The samples collected this week will be sent to a lab for testing.

Following an extensive cleanup in the Hannibal hotel building in which Legionella bacteria was discovered last month, the facility is being retested this week, according to the Missouri Department of Health & Senior Services (DHSS).

“Post remediation testing samples will be collected this week,” wrote Ryan Hobart, director of communications for the DHSS, in an e-mail response to questions submitted by the Courier-Post this week.

The latest round of sample-taking at the Best Western structure located north of Hill Street followed a thorough cleaning that involved “superheating and/or hyper chlorination of the facility’s potable water system” by “specially-trained professionals with appropriate personal protective equipment that meet OSHA guidelines,” according to Hobart.

Unlike in early November when a team from the Centers for Disease Control (CDC) took 40 samples from the Best Western on the River Hotel’s north structure, Hobart said previously that the post-cleanup inspection would be conducted by the DHSS.

While four rooms tested positive for Legionella bacteria, which can cause the respiratory disease, Legionellosis, Hobart indicated earlier this month that samples would be taken throughout the structure “to ensure the facility has taken acceptable measures to reduce the potential spread of the illness.”

The samples collected this week will be sent to a lab for testing.

“When the test results are negative for Legionnaire’s the facility may reopen,” said Hobart this week.

Hobart estimated it would take approximately a week before the results from the latest round of testing is known.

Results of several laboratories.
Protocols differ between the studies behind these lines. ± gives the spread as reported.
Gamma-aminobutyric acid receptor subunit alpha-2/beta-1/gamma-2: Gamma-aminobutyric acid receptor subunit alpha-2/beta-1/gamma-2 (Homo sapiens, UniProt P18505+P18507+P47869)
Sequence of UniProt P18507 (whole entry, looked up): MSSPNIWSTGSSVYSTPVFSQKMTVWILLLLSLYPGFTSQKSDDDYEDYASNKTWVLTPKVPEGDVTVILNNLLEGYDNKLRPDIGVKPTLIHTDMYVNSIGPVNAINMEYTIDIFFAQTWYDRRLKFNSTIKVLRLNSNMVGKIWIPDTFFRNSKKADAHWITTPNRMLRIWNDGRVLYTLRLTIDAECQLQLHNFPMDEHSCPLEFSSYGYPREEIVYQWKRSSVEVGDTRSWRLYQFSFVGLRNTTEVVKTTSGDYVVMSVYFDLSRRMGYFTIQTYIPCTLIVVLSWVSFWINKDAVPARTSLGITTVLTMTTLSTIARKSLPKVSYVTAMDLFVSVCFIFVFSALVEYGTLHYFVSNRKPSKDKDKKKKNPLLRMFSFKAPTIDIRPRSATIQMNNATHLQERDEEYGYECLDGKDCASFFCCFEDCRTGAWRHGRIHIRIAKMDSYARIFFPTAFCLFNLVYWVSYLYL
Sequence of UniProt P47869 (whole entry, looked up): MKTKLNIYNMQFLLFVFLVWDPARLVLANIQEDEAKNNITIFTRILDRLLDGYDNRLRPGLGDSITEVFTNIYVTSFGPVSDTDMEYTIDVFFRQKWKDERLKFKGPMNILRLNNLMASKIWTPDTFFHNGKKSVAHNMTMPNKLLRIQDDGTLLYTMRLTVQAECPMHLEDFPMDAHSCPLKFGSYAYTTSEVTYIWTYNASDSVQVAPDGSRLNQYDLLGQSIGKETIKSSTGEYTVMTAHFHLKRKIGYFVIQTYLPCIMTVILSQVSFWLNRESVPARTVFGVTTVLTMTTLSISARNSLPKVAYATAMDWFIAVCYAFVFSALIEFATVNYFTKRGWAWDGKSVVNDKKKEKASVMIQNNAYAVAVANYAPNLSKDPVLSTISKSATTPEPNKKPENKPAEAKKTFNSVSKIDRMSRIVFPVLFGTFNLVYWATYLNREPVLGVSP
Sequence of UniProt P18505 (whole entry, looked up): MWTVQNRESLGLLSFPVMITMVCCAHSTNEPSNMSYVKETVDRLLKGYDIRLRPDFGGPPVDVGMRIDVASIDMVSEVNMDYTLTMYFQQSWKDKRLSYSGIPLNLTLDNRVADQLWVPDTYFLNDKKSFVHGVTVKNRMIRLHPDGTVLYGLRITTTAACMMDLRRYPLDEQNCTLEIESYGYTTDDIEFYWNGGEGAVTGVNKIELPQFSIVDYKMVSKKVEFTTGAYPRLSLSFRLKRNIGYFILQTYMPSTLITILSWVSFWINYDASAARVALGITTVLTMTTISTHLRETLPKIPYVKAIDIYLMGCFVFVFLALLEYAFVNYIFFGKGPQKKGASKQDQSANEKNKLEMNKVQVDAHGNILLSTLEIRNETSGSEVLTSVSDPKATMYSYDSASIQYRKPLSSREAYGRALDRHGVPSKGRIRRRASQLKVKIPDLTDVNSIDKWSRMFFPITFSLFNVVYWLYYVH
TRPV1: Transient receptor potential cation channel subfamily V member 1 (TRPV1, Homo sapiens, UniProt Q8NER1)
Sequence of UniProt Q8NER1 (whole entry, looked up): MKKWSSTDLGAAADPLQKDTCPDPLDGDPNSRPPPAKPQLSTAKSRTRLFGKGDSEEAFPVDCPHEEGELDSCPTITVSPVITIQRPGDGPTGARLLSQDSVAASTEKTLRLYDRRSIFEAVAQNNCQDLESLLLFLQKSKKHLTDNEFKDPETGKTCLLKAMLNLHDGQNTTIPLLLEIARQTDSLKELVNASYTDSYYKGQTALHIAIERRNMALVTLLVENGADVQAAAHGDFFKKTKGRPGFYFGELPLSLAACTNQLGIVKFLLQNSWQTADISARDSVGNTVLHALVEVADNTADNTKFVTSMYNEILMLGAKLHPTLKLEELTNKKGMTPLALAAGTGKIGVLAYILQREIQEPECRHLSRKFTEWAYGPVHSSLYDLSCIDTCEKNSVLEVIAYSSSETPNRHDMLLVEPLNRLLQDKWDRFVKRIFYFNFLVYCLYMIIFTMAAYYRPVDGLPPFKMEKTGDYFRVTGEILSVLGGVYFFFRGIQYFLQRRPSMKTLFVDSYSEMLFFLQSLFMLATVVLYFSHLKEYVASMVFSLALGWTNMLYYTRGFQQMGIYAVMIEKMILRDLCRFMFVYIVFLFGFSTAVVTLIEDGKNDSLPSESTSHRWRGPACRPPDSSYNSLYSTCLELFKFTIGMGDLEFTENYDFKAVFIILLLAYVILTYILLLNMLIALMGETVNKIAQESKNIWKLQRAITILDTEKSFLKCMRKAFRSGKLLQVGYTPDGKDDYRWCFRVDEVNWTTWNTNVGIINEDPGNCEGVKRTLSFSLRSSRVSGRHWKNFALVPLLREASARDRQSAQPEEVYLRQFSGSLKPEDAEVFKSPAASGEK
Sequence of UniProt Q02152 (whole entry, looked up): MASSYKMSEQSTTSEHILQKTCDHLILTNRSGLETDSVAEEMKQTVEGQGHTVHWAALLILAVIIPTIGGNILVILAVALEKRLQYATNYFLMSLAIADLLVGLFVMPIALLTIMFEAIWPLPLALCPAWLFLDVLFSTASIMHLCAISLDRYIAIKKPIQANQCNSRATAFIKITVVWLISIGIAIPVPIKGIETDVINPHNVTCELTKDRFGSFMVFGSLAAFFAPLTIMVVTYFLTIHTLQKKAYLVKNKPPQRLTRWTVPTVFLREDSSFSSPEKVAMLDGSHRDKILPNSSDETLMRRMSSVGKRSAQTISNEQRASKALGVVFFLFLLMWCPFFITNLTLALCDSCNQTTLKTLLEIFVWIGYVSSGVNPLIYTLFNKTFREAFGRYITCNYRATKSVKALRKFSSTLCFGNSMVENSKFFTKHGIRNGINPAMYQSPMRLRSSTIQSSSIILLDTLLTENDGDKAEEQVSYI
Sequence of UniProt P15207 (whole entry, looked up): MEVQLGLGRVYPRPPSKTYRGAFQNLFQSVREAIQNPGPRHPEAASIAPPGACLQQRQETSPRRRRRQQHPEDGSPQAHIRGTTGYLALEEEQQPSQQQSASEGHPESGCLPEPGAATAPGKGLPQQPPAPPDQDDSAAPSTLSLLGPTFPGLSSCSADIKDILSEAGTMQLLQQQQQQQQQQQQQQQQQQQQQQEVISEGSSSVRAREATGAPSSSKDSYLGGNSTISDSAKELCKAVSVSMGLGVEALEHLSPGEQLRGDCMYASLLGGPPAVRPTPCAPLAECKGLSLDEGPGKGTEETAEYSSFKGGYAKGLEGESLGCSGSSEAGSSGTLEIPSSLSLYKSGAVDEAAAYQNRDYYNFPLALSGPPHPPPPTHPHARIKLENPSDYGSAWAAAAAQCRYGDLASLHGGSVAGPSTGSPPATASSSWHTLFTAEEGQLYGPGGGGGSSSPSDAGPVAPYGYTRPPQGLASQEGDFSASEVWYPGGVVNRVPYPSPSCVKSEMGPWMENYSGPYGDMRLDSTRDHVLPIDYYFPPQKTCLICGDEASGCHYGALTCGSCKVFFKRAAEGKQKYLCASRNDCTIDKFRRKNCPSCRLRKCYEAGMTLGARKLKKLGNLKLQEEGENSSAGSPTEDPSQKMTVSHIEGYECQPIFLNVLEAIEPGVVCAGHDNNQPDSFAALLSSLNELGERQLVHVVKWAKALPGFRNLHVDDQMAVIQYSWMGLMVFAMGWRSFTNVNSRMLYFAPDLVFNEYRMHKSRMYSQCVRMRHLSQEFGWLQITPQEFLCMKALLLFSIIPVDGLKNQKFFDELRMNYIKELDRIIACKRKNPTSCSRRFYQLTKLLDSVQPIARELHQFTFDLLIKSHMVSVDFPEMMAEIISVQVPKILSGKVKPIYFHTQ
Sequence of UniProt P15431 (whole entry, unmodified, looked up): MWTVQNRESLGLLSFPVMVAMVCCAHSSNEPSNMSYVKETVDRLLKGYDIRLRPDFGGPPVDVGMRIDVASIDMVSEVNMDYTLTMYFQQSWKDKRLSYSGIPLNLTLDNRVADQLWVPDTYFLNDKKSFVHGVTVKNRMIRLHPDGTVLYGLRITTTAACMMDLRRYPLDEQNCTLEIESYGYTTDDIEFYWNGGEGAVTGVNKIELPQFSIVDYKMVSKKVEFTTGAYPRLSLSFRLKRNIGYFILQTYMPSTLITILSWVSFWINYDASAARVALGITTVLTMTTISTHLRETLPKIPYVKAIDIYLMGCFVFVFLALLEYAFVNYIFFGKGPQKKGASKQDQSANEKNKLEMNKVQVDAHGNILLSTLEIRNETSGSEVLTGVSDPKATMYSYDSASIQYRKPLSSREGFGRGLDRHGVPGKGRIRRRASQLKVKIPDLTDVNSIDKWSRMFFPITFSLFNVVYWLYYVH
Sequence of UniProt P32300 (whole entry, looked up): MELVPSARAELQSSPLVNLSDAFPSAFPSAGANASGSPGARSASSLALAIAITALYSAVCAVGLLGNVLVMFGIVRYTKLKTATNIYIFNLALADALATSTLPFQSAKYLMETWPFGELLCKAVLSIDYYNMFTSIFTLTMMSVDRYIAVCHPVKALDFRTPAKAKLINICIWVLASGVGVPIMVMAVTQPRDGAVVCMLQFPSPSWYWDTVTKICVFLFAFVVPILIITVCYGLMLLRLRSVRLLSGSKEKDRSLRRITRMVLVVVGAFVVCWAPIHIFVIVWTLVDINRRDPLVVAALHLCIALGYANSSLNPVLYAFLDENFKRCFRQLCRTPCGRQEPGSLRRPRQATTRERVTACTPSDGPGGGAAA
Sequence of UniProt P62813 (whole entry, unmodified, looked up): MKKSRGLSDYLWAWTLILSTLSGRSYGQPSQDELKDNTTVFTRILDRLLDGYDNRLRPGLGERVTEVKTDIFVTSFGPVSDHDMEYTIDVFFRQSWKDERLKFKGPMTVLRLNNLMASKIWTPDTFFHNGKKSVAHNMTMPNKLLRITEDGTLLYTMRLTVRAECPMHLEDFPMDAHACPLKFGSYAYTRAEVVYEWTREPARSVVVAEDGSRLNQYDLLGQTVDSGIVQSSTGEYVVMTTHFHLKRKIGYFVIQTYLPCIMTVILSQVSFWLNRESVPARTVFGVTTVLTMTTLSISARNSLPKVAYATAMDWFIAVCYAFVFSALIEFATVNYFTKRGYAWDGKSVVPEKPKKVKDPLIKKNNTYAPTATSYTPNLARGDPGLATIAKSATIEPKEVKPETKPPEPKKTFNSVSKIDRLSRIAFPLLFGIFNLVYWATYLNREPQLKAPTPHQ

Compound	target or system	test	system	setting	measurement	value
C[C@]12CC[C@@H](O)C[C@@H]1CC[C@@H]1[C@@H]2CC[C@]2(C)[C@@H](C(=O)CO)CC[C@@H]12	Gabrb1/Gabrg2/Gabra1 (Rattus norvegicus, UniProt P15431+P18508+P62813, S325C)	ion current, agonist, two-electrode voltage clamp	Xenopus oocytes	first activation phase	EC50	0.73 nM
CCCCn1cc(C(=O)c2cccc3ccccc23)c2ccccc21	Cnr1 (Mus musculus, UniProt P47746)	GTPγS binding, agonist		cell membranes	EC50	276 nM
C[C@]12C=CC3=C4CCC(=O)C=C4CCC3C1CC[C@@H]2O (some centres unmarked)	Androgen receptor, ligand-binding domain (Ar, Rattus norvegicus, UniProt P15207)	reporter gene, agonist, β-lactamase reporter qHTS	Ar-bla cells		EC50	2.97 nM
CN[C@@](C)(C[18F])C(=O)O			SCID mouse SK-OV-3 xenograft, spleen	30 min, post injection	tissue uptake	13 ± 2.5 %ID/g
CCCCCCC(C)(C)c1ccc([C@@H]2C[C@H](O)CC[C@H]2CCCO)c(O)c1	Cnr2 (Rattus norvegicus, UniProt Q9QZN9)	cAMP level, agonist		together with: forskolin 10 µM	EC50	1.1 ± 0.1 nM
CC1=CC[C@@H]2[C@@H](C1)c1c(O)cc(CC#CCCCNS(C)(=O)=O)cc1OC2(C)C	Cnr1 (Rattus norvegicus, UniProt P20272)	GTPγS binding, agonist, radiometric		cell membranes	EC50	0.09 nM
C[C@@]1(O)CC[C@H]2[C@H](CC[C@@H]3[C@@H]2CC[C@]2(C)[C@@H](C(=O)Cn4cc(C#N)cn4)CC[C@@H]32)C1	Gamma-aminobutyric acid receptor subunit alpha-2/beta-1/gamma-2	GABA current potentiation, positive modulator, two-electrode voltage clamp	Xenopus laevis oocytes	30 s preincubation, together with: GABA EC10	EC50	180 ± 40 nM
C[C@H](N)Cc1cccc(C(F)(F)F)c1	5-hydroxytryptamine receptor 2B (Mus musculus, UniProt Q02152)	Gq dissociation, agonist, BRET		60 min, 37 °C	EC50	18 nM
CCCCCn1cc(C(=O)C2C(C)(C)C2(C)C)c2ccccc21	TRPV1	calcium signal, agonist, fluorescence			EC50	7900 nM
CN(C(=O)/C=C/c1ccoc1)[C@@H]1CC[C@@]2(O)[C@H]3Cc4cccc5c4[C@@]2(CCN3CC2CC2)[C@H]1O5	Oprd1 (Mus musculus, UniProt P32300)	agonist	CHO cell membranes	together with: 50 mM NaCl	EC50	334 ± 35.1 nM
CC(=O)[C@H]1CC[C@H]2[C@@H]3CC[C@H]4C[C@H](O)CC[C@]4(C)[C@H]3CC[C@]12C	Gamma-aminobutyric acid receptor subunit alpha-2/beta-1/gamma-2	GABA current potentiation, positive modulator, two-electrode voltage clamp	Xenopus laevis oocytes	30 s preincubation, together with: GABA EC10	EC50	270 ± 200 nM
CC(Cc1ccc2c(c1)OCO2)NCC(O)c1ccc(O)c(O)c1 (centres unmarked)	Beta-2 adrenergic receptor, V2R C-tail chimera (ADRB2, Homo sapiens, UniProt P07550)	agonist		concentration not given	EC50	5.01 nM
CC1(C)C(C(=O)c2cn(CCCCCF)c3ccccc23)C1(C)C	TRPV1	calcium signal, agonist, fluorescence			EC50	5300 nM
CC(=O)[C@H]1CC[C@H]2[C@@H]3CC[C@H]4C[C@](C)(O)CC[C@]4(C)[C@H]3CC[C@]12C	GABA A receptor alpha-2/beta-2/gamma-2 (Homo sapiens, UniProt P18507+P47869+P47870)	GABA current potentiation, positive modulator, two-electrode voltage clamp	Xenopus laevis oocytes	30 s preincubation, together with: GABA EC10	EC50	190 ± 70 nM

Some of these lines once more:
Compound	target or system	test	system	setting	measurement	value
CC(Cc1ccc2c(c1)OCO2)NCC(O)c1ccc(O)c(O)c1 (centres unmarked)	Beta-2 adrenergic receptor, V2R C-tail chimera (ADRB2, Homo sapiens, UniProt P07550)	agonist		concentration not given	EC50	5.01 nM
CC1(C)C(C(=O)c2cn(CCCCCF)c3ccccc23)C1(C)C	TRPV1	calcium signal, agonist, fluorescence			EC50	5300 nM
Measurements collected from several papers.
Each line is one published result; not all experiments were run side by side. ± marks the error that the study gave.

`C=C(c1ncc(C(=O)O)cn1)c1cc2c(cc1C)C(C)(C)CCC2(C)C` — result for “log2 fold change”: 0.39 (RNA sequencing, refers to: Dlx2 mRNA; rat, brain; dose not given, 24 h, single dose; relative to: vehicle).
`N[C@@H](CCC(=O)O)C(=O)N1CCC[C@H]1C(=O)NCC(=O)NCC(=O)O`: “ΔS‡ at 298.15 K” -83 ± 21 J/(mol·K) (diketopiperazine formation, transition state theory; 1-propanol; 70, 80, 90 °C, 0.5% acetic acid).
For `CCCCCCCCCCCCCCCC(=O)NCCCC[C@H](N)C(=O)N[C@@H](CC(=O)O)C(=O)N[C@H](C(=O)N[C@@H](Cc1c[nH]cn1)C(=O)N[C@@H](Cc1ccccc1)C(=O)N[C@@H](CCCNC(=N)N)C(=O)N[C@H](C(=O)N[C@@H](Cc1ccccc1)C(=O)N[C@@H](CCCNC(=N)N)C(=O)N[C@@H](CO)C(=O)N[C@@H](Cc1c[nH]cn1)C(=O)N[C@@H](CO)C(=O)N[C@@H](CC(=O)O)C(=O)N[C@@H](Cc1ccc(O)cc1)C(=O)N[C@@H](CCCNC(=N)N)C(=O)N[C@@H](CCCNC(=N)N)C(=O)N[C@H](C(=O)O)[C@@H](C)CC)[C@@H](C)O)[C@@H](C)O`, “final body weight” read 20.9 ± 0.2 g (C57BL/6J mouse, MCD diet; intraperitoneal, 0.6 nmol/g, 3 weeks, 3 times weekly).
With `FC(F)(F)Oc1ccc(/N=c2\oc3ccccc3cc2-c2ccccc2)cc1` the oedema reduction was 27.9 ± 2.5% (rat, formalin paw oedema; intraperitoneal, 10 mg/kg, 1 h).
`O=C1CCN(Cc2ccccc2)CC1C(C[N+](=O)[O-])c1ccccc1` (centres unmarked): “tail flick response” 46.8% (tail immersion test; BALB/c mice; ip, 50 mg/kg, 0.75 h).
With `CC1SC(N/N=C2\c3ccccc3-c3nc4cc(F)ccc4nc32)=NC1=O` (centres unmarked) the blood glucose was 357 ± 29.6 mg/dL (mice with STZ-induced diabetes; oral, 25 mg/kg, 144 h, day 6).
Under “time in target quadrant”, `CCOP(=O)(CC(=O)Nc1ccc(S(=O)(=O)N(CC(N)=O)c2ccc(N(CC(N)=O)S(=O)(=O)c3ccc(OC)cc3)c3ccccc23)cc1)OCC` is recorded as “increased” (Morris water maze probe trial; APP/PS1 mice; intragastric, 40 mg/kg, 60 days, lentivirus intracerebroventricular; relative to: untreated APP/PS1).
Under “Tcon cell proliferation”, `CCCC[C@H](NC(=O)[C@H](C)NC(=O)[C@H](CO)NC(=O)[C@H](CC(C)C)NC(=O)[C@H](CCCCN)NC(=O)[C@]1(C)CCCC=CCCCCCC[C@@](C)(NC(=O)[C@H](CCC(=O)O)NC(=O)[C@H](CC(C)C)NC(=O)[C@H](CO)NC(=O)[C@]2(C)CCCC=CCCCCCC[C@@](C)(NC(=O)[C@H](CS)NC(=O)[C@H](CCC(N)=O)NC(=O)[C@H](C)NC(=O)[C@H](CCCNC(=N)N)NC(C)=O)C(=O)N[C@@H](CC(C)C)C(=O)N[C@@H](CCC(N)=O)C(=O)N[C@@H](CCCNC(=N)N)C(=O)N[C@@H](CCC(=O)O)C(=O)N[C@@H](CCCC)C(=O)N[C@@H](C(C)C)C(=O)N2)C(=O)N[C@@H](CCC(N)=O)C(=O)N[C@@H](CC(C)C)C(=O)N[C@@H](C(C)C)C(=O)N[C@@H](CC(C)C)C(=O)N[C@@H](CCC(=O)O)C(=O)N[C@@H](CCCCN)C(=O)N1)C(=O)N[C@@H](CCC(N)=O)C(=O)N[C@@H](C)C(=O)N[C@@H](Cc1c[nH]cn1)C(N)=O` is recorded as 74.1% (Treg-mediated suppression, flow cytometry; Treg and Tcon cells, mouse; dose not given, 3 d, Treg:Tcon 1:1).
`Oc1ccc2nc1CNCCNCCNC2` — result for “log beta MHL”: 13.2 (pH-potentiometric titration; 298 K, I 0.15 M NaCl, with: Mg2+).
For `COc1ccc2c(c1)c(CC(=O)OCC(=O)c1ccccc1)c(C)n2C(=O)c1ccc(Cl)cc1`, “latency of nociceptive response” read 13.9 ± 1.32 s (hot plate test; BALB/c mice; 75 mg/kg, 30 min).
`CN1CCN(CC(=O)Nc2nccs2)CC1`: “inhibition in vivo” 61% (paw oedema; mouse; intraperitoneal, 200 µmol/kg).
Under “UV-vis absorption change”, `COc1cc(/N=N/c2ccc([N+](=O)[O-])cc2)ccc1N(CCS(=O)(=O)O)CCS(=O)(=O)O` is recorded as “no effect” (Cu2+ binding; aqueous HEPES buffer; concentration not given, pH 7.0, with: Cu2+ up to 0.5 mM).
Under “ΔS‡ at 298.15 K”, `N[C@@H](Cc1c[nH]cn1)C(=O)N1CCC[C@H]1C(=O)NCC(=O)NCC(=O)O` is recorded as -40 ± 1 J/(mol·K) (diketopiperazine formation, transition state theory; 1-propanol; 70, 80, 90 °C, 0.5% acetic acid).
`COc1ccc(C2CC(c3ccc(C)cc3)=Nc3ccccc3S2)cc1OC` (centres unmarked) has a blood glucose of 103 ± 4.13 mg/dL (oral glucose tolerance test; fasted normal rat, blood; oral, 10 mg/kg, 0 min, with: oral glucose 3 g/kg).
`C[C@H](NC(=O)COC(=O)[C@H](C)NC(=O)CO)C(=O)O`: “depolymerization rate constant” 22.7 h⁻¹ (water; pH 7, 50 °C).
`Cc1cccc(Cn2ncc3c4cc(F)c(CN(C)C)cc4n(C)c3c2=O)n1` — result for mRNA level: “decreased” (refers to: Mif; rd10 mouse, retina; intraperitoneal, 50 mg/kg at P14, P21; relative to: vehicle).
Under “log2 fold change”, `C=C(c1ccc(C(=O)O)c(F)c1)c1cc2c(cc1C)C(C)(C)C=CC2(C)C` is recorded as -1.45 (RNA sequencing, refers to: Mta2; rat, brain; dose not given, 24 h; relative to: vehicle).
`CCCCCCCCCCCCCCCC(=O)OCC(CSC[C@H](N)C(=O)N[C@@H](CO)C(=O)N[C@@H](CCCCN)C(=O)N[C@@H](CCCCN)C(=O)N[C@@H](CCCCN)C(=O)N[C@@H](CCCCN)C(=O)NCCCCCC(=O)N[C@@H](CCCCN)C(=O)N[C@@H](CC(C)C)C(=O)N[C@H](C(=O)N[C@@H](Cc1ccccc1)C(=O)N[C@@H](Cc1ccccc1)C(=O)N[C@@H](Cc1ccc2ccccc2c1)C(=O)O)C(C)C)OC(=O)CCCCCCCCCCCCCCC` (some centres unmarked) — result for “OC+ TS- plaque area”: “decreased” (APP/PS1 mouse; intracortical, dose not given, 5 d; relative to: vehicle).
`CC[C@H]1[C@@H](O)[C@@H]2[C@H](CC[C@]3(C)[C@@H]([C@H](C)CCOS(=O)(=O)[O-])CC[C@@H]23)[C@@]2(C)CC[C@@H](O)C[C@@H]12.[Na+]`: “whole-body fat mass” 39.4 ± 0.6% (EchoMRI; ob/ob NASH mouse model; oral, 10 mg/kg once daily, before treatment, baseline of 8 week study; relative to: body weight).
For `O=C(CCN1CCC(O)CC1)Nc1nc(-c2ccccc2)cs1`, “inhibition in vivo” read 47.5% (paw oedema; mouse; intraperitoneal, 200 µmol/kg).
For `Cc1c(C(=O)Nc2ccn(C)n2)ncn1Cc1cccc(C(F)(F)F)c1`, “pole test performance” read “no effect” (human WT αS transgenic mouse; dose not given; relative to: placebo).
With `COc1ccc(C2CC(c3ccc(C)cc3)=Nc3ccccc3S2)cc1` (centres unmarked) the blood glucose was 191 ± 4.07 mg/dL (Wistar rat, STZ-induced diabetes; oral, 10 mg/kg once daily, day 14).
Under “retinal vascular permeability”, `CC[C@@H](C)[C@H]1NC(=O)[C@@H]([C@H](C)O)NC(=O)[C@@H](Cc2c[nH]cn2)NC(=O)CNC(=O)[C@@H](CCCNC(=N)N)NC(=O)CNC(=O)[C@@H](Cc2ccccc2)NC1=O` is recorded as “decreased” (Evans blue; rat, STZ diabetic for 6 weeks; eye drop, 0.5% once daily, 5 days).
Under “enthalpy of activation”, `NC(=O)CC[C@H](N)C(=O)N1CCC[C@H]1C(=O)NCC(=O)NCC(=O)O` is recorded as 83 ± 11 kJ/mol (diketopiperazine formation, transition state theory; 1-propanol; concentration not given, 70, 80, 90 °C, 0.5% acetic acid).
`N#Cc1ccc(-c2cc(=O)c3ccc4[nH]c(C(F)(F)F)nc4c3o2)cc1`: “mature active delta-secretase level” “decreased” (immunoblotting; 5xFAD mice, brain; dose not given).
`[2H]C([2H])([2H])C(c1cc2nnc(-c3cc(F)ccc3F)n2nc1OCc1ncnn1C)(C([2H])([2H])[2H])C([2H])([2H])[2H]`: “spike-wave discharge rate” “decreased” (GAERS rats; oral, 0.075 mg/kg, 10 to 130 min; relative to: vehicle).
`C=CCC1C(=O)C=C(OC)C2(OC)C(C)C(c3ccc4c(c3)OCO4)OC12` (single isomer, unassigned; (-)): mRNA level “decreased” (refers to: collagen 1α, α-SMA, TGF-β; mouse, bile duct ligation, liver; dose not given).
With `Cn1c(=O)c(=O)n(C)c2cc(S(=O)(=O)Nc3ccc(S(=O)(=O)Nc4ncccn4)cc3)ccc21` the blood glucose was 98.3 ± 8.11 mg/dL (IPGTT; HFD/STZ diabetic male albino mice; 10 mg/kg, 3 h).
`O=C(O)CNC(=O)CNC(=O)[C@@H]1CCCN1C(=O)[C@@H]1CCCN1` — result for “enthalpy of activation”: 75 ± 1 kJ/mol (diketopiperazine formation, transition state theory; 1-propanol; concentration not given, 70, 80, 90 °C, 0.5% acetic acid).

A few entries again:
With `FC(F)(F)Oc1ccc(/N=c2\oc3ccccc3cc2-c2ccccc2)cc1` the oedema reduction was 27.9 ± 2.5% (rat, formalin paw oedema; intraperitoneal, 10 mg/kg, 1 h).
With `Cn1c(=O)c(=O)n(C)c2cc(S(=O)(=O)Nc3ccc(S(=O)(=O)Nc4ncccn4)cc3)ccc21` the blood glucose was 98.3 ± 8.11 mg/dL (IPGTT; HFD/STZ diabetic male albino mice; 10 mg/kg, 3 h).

“It is common for any laboratory to take seven to 10 days from the time of sample collection to report the results,” he said.

The CDC was asked to take samples at the site after the DHSS learned of three cases of Legionellosis illness in people who had stayed at the hotel for at least one night over the previous eight months. One of the three individuals later died. The state health agency said earlier this month it did not yet know if that individual’s death was related to Legionellosis.

While the DHSS did not indicate this week if that person’s cause of death was linked to Legionellosis, Hobart did report that “no other illnesses have been reported related to people who have stayed at the facility.”

After the CDC took samples on Nov. 10, representatives of the DHSS and county met with hotel management on Nov. 20 to share the CDC’s findings and request the hotel close the north site immediately until remediation could occur and satisfactory results be found following additional testing.

The hotel’s south building, the construction of which concluded this year, has remained open to lodgers. When the CDC team went into the north structure on Nov. 10 no samples were taken from the south building because it was not yet in use. Earlier this month Hobart said in late November the south building had been “inspected and licensed to allow guests to stay in that facility.”

According to the CDC’s website, Legionella bacteria sometimes infects the lungs and causes pneumonia. When that happens it is called Legionnaires’ disease. The bacteria can also cause a less serious infection that seems like a mild case of the flu. That form of Legionellosis is commonly called Pontiac fever.

This bacteria grows best in warm water, like the kind found in hot tubs, air-conditioning units in large buildings, hot water tanks, large plumbing systems and decorative fountains.

People get Legionnaires’ disease or Pontiac fever when they breathe in a mist or vapor (small droplets of water in the air) that has been contaminated with Legionella.

Legionellosis is not spread from person to person.

Reach reporter Danny Henley at danny.henley@courierpost.com